Chronic back pain is diagnosed when patients have it for three months or endure two prolonged episodes of pain in a year, Kelly said. “Once you get it, it’s typically not 100% cured, but with treatment and conservative care it becomes for many patients at most a nuisance.”

Dan Sadoff of St. Paul was an early adopter of Kelly’s approach after being recommended for surgery. His pain was so severe it prevented him from walking to the grocery store, much less continue one of his joys, riding horses.

The therapy worked so well that surgery hasn’t been a consideration years later, Sadoff said. “I do sometimes ride horses. I don’t jump 6-foot fences or anything, but I can get on a horse and not worry that it’s going to cripple me.”

The major concern with fusion surgeries isn’t the immediate result, but the likelihood of more surgeries down the road. Fusing vertebrae together adds torque and stress on the sections of the spine immediately above and below, and they can degrade and need treatment.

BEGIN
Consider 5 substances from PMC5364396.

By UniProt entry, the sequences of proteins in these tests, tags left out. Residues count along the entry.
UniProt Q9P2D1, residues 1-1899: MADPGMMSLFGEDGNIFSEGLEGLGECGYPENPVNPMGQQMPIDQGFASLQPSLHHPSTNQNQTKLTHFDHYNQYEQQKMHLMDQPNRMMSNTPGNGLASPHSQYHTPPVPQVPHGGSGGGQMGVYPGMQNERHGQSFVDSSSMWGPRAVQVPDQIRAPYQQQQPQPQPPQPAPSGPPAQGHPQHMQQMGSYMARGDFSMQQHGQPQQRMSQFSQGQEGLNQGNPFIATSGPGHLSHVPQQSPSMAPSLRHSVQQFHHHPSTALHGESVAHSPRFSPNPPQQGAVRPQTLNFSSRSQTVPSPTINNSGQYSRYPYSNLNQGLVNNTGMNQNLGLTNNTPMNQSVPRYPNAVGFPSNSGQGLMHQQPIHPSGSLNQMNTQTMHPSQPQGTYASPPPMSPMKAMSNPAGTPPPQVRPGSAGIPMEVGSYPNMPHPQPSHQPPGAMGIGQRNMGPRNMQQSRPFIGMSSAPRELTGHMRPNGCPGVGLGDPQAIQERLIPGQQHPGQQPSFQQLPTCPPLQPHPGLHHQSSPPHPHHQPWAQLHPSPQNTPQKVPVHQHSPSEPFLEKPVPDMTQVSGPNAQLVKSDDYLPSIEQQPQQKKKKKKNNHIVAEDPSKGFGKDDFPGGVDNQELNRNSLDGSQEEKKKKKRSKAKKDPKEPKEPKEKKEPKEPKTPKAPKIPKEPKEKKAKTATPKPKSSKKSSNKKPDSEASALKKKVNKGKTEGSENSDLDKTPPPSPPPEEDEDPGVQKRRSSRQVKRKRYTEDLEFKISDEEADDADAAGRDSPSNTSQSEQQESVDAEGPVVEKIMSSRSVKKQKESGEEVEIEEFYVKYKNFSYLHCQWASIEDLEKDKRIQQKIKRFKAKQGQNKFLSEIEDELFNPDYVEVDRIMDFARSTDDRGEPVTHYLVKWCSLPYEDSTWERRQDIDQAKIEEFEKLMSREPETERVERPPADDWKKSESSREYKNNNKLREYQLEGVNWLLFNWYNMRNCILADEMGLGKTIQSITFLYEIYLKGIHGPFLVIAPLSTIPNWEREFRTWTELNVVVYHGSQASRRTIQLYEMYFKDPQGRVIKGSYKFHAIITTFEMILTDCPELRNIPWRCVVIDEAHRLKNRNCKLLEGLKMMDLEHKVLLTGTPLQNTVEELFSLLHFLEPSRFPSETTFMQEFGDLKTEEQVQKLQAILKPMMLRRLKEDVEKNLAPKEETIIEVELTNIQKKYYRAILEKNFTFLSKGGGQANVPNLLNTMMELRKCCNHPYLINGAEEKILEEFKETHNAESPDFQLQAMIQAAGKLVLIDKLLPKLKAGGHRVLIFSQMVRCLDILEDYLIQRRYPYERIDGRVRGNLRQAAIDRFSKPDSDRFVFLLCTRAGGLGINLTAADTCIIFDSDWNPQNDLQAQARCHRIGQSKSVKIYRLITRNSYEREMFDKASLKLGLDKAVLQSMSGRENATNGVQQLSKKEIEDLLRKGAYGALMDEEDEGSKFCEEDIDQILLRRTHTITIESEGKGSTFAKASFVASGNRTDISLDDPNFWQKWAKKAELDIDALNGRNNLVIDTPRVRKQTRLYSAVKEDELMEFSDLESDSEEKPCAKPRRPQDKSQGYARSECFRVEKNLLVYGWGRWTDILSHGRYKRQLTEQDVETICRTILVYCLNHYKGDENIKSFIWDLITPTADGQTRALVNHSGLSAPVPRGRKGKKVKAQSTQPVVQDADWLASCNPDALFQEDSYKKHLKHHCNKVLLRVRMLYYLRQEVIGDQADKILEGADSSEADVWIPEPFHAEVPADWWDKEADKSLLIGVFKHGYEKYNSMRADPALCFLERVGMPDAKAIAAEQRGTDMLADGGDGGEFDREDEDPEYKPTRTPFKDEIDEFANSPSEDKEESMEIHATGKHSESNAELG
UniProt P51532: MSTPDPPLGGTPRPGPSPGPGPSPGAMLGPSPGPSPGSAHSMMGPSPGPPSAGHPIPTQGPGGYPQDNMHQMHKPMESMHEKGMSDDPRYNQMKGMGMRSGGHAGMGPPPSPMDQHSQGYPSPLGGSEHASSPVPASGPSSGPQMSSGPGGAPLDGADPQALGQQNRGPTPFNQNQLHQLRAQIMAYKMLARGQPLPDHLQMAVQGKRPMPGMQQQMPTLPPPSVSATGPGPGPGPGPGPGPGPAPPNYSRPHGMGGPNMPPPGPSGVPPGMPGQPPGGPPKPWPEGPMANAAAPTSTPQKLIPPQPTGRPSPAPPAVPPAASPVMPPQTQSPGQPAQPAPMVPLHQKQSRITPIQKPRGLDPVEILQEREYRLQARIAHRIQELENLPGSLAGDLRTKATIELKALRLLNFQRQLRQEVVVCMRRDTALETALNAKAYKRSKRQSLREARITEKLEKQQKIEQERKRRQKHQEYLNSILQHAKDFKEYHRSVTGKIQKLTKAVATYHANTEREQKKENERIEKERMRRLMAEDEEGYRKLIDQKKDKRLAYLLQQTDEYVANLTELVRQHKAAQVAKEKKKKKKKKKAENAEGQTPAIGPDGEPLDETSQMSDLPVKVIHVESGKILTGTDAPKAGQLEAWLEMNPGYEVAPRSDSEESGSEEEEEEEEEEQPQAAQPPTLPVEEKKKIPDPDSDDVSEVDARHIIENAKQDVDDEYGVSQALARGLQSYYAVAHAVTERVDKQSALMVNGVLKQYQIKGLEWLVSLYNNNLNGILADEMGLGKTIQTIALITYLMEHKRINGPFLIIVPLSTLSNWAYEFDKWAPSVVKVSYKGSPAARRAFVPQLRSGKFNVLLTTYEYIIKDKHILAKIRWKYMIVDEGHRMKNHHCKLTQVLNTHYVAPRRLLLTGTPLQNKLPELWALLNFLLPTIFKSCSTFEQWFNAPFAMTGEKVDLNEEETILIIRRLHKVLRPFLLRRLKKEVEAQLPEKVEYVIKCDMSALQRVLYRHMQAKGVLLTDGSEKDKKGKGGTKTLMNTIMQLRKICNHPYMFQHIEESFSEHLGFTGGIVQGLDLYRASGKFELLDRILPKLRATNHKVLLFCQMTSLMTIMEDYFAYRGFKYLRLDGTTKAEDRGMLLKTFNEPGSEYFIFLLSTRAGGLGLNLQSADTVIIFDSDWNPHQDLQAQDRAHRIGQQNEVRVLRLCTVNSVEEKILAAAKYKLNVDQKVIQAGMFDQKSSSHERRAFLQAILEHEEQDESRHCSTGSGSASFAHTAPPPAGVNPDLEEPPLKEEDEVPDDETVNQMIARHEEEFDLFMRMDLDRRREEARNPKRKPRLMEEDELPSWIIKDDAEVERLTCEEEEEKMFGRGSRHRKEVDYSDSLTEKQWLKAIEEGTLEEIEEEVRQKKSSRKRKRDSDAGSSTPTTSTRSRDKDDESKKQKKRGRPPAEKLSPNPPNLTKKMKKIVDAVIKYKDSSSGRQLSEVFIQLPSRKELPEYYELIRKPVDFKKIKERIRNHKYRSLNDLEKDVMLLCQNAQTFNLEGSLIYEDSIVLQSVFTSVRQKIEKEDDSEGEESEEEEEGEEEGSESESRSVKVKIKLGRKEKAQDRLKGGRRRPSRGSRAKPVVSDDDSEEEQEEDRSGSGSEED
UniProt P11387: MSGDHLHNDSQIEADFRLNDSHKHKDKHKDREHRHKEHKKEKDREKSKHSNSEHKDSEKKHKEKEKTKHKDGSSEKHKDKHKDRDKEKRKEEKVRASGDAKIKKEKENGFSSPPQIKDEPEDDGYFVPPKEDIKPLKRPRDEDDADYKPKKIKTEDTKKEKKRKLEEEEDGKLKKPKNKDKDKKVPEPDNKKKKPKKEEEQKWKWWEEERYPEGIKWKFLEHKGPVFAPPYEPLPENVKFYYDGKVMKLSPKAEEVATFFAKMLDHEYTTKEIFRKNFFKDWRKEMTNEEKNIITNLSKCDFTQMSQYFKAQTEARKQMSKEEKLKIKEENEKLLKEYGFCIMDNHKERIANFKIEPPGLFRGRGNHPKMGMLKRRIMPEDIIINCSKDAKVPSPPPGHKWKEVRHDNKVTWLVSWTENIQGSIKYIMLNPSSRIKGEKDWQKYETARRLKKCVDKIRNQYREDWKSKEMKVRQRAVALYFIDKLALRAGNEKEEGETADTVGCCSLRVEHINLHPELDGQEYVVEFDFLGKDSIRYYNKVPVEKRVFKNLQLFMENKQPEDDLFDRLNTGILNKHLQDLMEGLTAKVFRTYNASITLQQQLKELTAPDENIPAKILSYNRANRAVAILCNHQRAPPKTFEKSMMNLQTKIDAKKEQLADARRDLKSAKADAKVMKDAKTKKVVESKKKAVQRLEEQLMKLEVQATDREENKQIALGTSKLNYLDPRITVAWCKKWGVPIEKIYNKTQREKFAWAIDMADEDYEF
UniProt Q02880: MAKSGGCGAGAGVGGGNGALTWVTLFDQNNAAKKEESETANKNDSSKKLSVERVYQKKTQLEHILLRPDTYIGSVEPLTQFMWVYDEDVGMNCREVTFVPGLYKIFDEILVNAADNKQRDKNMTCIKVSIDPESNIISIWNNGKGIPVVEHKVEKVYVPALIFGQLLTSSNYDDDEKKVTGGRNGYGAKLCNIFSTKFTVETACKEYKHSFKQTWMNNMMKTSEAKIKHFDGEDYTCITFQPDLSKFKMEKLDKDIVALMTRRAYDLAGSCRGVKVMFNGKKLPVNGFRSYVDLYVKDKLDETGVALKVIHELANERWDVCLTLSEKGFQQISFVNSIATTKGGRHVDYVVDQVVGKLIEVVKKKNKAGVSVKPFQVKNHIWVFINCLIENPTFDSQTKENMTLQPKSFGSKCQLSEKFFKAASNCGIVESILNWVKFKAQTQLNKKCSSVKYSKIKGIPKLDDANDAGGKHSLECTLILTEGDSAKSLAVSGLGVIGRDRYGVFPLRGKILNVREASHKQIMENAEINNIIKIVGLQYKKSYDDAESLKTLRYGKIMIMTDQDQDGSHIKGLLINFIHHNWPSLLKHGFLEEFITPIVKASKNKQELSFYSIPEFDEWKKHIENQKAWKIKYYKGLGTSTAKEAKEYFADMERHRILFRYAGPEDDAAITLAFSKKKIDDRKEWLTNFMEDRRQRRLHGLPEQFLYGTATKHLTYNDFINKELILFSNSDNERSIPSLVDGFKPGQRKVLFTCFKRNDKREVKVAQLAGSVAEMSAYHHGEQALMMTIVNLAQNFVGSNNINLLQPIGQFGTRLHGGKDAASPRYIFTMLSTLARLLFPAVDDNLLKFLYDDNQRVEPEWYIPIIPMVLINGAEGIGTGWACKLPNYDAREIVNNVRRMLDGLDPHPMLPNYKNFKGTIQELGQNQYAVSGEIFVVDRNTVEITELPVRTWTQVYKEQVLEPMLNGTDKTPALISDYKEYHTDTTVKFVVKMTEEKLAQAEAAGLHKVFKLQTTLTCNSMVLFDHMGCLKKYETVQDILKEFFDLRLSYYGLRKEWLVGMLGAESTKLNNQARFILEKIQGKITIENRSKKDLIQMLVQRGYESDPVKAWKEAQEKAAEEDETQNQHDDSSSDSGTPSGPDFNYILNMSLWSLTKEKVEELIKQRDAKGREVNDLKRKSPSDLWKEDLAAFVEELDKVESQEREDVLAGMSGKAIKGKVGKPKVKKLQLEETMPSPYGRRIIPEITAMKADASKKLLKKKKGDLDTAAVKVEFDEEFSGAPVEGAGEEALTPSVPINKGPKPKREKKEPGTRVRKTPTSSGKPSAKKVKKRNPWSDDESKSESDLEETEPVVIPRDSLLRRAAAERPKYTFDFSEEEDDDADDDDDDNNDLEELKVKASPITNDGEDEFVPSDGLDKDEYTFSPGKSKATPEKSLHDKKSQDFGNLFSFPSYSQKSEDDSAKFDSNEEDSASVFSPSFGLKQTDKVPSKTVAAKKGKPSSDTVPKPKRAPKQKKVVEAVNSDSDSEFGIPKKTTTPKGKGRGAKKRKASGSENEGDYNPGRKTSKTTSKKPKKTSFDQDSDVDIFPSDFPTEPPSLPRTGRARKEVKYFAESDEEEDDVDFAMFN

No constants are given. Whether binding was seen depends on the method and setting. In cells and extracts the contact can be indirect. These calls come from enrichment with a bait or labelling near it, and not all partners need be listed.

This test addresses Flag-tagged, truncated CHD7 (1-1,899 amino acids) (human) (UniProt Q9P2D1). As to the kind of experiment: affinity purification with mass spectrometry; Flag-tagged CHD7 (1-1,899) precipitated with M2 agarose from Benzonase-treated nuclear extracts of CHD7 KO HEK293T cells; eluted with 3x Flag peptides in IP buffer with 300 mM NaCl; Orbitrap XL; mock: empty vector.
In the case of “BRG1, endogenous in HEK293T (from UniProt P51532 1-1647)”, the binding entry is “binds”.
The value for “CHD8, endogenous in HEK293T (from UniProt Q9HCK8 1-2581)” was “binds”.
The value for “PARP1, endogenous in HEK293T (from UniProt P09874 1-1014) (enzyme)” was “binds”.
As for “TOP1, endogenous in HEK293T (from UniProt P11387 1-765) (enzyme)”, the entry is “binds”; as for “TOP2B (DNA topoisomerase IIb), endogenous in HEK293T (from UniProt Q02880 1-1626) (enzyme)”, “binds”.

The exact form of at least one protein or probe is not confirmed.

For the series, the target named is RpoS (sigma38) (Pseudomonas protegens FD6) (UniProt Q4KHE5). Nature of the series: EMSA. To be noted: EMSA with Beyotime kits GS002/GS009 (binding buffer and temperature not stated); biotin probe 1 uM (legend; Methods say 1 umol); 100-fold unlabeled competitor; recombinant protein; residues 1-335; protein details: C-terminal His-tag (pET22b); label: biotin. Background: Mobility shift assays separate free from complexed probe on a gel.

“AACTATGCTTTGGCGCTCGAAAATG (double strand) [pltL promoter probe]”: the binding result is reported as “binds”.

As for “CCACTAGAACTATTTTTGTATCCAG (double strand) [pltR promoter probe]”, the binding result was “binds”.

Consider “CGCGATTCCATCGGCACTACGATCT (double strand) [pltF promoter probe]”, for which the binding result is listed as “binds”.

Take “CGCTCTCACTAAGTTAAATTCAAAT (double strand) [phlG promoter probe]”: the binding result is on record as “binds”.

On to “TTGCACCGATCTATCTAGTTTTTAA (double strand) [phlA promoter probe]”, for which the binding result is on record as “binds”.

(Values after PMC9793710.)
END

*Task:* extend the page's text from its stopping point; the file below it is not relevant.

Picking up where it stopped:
The surgery can also result in infections or nerve damage. Fusions haven’t been a major source of malpractice lawsuits in Minnesota, though. Constellation, one of the state’s largest medical malpractice insurers, reported only 29 claims out of 4,946 surgeries from 2010 through 2017.

Determining the cause of lower-back pain is one of the major challenges in deciding whether to pursue fusions, DuBois said. Fusions might address disc problems, but they won’t eliminate pain if it also has other causes, including problems with surrounding nerves and joints and even psychological factors.

“That’s the most challenging part of my job,” he said.

Complicating matters are studies that have found disc problems in many people who have no back pain, Kelly said. “That explains why there has been a lot of failed treatments.”

New technologies and techniques are increasing the safety of fusions. Abbott Northwestern Hospital in Minneapolis bought a Mazor X robotic system to increase the accuracy of fusions and the placement of screws and cages to hold vertebrae together while they heal after surgery. Doctors said these advances likely won’t change the consensus that fusions should be tried only after other therapies fail. Even so, they predicted increases in fusions, because the population is aging and suffering more back problems.

“That’s just a demographic trend,” DuBois said. “We’re living longer and we’re developing more issues.”